The Fisk Jubilee Singers in Australia and New Zealand, 1886-1889
In early April, 1886, after nearly two years of performing in Great Britain, the Singers sailed to Melbourne, Australia aboard the steamship The Orient to begin the next portion of their global tour. Accompanied by their agents and Mrs. Harriet Loudin, the FJS consisted of contraltos Georgie Gibbons and Maggie Wilson; sopranos Maggie Carnes, Belle Gibbons, Mattie Lawrence, and Pattie Malone; tenors Robert Bradford Williams and John Lane; bassos Frederick Loudin and Orpheus McAdoo; and Leota Henson as pianist. According to Harriet Loudin, the FJS departed England “very reluctantly, for we had all learned to love London.” The Singers voyaged southwestward through the English Channel and Bay of Biscay, and then southward along the western coast of Spain and Portugal. The Orient sailed eastward past Gibraltar and into the Mediterranean Sea. When the steamship stopped briefly in Naples, Italy, the Loudins took advantage of this layover to visit the nearby ruins of Pompeii. Soon thereafter, the vessel reached the Suez Canal and traveled through the Red Sea. The Singers performed before their fellow passengers throughout the voyage. During these concerts, “several solos were sung, among them Misses Lawrence and Gibbons, and Messers Loudin and Williams, one recitation and several piano solos, of which Leota had one.”
On May 13th, The Orient pulled into port at Melbourne, Australia. The Fisk Jubilee Singers stayed in the Grand Hotel, the most luxurious lodgings in the city. After a few days, Leota Henson noted that “we are in a strange land and such a long way from home and still for all that I don’t feel any different than I would feel if we were in some large town in England.” However, “the people don’t stare at us and laugh like they do in England. They just go along and don’t seem to mind us at all.” As this page illuminates, throughout their three and a half years in Australia and New Zealand, the Fisk Jubilee Singers met with remarkable success as they traversed a raft of social circles and performed before diverse audiences. Indeed, while the FJS befriended prominent European persons, performed before full concert halls, and received praise in the press, they also desired to share their talents by giving free concerts to colonized persons.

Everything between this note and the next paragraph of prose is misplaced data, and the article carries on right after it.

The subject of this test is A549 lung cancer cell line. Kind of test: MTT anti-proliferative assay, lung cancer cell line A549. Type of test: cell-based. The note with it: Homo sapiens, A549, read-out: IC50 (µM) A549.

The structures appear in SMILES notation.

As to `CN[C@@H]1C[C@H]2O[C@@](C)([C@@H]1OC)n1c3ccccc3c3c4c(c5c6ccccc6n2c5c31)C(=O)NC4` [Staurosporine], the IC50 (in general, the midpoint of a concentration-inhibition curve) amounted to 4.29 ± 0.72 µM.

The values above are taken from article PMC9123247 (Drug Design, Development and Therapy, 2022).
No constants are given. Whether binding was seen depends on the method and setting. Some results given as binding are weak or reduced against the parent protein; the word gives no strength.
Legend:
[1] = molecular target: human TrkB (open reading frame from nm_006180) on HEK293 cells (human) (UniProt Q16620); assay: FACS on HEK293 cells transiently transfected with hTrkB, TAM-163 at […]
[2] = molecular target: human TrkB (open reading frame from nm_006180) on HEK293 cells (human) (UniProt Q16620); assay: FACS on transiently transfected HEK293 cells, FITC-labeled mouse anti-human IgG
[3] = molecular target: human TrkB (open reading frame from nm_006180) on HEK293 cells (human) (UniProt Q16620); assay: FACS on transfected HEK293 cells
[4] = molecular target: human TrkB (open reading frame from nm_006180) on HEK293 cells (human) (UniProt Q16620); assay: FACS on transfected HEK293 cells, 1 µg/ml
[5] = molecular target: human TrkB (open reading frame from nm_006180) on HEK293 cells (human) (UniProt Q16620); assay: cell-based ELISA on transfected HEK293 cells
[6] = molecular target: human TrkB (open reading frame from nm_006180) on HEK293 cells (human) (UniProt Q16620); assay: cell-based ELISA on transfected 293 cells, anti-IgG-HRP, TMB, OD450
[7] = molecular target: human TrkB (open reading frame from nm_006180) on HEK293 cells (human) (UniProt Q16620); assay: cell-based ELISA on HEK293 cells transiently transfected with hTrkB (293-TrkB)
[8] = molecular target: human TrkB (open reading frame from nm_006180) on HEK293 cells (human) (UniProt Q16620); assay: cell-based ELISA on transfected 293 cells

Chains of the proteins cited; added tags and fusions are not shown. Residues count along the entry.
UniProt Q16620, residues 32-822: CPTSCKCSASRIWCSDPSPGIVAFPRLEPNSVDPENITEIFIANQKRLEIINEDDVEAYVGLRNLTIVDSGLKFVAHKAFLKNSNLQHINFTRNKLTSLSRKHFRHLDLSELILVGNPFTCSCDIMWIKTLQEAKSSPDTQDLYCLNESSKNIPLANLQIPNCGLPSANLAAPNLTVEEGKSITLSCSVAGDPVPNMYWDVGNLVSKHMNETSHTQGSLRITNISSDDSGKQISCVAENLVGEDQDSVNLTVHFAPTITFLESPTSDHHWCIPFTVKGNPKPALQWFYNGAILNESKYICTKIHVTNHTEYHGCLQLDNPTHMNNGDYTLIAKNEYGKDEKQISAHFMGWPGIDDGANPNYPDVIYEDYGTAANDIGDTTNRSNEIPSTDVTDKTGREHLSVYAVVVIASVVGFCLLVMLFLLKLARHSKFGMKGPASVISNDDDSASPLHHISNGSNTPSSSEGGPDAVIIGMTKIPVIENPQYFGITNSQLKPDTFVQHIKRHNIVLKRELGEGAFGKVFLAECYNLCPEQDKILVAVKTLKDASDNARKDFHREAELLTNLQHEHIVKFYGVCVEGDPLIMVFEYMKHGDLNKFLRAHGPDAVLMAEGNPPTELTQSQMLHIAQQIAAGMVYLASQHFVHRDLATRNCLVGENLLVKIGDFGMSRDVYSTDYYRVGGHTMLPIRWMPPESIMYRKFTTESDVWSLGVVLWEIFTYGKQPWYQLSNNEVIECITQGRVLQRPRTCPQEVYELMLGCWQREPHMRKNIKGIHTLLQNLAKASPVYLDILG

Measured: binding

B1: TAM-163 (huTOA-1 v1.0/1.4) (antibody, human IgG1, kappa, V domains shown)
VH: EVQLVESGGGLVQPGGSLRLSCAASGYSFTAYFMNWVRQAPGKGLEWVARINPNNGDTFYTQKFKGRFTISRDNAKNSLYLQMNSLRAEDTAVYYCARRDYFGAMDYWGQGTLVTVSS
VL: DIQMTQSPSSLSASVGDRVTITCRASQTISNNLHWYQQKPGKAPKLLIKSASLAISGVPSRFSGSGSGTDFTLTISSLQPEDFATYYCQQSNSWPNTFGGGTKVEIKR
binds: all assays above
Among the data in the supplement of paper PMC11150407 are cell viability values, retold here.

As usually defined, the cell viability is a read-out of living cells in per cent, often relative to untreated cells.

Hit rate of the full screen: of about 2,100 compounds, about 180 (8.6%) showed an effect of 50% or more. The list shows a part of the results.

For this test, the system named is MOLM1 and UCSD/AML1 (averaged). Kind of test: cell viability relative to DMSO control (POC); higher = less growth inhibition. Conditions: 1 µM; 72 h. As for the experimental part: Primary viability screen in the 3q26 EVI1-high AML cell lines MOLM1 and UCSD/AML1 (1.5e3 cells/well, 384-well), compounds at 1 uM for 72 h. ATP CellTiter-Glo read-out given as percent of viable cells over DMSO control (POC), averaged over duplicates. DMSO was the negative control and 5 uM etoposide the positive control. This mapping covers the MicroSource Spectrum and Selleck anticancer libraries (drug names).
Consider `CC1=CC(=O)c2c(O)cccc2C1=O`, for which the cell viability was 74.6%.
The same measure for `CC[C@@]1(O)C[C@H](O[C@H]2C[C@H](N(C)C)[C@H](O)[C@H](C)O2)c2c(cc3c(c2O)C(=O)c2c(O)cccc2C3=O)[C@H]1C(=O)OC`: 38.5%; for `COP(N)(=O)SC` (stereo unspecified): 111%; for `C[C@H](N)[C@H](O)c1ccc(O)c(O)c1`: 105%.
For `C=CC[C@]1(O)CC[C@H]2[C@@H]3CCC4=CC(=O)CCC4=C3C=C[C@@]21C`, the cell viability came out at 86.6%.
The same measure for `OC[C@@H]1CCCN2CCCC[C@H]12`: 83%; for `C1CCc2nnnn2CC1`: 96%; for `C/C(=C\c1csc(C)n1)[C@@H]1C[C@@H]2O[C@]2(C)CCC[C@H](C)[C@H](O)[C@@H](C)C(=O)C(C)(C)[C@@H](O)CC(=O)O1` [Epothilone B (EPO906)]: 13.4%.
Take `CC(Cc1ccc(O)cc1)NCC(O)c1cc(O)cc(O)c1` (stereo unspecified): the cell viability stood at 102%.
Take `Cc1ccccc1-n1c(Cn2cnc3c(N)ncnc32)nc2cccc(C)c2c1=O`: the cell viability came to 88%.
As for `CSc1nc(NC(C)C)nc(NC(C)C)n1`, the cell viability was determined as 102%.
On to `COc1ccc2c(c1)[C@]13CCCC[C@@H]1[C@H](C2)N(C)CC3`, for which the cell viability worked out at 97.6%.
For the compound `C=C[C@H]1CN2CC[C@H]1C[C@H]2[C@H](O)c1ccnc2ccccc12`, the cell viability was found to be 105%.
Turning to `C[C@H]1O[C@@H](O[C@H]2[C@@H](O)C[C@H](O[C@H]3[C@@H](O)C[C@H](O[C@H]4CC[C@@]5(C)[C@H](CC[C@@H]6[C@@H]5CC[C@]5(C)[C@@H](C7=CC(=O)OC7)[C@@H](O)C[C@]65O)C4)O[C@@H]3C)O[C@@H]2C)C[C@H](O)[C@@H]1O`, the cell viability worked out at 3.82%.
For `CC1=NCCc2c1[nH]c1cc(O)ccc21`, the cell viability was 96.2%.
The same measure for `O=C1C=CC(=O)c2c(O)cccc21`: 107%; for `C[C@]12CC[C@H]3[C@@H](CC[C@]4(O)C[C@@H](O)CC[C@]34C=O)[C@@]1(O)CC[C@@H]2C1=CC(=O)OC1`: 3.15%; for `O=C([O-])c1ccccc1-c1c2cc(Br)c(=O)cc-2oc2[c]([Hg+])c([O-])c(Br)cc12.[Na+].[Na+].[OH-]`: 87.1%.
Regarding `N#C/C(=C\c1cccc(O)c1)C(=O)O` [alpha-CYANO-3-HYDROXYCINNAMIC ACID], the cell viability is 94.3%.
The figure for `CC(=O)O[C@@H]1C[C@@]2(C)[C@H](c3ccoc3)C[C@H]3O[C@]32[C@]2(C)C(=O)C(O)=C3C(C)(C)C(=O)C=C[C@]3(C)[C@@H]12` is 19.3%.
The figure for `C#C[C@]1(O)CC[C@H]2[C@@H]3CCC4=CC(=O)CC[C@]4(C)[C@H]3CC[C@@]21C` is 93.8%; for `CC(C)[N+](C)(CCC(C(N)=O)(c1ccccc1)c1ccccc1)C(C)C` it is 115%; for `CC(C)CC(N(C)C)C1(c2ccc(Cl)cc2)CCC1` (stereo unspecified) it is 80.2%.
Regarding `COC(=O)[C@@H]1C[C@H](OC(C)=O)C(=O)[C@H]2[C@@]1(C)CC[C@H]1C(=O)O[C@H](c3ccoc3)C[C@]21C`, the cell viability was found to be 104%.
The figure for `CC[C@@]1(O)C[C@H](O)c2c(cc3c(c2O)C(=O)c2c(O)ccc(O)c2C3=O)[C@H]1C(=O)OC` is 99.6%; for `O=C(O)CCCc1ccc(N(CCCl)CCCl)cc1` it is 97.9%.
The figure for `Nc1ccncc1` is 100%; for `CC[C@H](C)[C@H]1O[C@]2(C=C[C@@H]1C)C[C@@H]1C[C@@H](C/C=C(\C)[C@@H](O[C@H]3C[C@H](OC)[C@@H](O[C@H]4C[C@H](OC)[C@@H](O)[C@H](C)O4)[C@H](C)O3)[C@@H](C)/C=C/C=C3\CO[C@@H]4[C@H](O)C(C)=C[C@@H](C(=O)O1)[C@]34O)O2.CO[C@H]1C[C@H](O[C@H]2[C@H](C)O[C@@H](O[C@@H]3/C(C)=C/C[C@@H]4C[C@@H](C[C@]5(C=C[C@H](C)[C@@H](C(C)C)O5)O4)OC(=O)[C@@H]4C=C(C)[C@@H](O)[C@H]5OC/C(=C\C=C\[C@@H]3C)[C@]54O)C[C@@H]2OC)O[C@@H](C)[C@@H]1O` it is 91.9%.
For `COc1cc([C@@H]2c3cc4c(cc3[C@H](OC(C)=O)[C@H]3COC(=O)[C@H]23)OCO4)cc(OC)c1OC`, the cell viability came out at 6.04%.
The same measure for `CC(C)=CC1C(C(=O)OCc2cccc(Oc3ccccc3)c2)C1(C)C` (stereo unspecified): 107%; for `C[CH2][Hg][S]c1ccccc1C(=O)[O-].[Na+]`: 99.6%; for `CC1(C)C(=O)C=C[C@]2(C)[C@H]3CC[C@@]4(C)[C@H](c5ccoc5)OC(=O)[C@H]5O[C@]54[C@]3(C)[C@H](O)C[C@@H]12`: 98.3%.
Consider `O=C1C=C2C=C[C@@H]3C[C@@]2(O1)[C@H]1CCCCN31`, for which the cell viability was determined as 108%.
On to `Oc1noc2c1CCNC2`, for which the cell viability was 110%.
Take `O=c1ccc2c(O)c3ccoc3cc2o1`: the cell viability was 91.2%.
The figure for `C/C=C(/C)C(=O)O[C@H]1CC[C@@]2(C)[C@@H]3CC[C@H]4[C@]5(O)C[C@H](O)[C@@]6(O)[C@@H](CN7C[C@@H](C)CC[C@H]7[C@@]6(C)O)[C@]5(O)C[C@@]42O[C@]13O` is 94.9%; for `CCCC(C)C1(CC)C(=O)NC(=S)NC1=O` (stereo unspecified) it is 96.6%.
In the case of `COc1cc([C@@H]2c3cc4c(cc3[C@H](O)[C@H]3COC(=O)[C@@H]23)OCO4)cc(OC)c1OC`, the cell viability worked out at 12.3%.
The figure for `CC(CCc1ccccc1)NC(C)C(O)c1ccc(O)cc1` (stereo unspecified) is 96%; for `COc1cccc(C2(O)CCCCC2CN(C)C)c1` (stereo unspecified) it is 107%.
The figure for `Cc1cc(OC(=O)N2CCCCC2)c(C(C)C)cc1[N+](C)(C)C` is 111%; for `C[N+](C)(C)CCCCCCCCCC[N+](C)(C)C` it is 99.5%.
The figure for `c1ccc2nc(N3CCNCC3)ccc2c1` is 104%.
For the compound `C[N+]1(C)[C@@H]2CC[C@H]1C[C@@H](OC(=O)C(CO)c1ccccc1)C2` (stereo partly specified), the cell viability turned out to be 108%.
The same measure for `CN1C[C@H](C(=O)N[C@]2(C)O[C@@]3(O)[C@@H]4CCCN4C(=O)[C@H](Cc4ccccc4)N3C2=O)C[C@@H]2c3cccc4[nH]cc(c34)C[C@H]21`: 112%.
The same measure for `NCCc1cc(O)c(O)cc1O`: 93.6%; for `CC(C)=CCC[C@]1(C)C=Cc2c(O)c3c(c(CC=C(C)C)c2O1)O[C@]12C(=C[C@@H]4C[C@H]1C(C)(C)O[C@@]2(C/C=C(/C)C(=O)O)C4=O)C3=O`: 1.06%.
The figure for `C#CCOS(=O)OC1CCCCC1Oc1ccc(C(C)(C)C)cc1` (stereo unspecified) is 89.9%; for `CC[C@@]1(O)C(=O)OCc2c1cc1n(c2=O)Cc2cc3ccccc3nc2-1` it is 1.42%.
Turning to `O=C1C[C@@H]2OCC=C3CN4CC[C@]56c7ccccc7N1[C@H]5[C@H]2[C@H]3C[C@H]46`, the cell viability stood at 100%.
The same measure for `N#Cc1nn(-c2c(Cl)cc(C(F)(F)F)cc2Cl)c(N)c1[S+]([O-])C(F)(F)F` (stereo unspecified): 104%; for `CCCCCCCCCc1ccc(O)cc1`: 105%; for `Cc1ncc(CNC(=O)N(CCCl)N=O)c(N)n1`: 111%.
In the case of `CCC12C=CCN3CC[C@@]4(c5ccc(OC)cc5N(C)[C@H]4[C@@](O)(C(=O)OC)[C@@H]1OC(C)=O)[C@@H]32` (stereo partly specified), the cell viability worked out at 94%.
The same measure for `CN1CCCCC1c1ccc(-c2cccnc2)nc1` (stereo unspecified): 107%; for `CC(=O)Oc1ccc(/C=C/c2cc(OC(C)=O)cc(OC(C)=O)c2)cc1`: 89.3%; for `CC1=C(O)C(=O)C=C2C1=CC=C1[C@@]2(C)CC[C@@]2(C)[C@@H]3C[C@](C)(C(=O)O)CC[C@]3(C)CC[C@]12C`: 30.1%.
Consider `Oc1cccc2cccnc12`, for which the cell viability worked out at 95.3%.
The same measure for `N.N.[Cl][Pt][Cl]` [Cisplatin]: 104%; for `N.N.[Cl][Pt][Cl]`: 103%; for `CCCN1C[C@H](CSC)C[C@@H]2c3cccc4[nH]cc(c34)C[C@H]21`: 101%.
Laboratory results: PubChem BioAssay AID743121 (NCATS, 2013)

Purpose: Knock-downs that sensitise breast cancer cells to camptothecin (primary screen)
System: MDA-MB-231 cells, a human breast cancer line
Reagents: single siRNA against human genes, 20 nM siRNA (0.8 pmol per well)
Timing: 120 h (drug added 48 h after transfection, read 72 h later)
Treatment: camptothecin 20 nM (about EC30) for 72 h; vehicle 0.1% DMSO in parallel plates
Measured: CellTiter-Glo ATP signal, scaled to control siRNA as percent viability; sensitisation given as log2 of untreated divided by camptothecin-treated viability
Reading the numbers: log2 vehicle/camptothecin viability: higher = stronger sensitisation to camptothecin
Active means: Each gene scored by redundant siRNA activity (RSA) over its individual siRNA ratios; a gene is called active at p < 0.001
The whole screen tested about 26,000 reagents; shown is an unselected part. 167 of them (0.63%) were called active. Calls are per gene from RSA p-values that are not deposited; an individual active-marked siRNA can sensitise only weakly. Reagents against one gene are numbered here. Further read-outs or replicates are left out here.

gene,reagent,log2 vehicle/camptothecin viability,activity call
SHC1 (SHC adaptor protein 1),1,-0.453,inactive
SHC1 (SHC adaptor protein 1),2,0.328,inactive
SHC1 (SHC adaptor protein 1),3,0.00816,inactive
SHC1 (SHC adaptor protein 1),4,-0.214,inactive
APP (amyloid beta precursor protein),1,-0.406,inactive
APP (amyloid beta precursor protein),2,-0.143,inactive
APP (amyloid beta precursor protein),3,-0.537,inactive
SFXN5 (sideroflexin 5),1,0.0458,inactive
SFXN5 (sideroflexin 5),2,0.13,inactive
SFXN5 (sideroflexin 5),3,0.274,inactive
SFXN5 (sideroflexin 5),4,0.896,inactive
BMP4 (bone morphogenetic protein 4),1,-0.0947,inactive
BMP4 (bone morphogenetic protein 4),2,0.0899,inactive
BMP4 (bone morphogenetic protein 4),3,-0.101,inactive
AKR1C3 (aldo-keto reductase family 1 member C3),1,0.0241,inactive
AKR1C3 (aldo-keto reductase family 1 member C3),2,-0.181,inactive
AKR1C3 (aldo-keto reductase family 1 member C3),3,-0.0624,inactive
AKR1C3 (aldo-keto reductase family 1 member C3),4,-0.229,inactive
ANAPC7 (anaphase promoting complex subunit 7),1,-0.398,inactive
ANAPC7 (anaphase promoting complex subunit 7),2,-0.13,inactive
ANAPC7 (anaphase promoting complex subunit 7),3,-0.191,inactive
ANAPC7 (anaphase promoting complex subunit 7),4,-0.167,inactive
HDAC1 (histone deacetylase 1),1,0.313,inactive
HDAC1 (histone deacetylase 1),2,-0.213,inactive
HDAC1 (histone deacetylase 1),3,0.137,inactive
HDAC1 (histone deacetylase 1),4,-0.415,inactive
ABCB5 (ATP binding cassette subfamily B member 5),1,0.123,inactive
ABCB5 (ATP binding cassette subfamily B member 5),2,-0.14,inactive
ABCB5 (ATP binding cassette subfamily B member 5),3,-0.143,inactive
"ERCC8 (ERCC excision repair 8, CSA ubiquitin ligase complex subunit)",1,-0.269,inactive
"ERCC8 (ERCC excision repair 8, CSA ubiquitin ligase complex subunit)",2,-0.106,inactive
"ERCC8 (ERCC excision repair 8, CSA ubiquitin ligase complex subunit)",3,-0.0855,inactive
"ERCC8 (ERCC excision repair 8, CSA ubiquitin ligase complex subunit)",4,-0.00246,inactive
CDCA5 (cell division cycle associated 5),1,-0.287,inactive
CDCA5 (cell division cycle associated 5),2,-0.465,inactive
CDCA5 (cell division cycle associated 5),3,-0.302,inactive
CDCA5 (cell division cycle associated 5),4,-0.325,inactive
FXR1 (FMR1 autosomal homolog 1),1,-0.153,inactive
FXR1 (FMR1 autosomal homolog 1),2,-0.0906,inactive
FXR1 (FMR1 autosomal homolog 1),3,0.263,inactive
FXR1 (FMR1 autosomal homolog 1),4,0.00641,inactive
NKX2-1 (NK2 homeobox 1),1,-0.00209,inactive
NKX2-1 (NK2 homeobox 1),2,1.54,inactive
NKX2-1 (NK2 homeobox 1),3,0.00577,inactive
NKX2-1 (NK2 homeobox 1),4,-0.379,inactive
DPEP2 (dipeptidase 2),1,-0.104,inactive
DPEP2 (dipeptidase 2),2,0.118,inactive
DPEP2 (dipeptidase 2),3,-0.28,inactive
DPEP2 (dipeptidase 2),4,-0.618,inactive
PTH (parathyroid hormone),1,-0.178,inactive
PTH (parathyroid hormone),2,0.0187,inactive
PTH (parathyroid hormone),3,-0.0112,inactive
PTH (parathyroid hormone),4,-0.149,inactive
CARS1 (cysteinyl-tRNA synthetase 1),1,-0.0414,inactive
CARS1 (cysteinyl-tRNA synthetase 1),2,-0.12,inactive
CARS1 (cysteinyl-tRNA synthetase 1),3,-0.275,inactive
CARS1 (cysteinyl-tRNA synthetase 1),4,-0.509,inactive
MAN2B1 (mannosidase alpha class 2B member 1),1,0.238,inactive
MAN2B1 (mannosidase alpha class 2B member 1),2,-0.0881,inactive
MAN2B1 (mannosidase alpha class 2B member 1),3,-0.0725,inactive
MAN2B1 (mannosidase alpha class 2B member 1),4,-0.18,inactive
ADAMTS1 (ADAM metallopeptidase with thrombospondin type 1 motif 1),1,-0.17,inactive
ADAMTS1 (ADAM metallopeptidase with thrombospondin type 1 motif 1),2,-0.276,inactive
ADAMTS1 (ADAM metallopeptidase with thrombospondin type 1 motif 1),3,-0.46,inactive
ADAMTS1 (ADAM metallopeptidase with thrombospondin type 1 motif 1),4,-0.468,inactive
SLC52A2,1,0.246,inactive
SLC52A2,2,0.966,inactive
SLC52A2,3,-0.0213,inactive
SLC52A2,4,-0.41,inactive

Shortly after their arrival in Australia, the Singers received invitations to “numerous social gatherings” arranged “by leading citizens of Melbourne.” For two weeks the Singers rehearsed at the nearby YMCA Hall in preparation for their first performances in the Antipodes. However, several of the troupe members were ill, and Loudin feared that if their upcoming concerts did not go well, then “this [would be] about the last work for the Jubilees.” Nevertheless, these “social courtesies culminated in a grand reception and private concert at the Grand Hotel” in late May. This inaugural performance proved to be a great success and foreshadowed the acclaim that the FJS would receive by audiences throughout Australia and New Zealand. As Loudin would later reflect, “more than two hundred of the best people of this wonderful city were present. Gentle women and strong men grasped our hands in such a manner as to assure us that, though among strangers in that part of the earth farthest from our homes, we were yet in the midst of warm and true-hearted friends.” Leota Henson noted that Australian newspaper reporters gave a “fine account of the program and after that our concert dates came in thick and fast.” The following week, the Singers were overjoyed by the public’s response to their first concert at the Town Hall. In addition to the Governor of Melbourne, more than 3,200 persons flocked to see them perform. On June 8th, the Melbourne Daily Telegraph featured an article praising the Singers and detailing the virtues of their Spirituals. The author claimed that “anyone who wishes to have a splendid and almost perfect illustration of what ‘expression’ means in music should not fail to hear the Fisk Jubilee Singers.” Similarly positive reviews would follow the FJS’s dozens of public concerts held in Melbourne between June and August, 1886.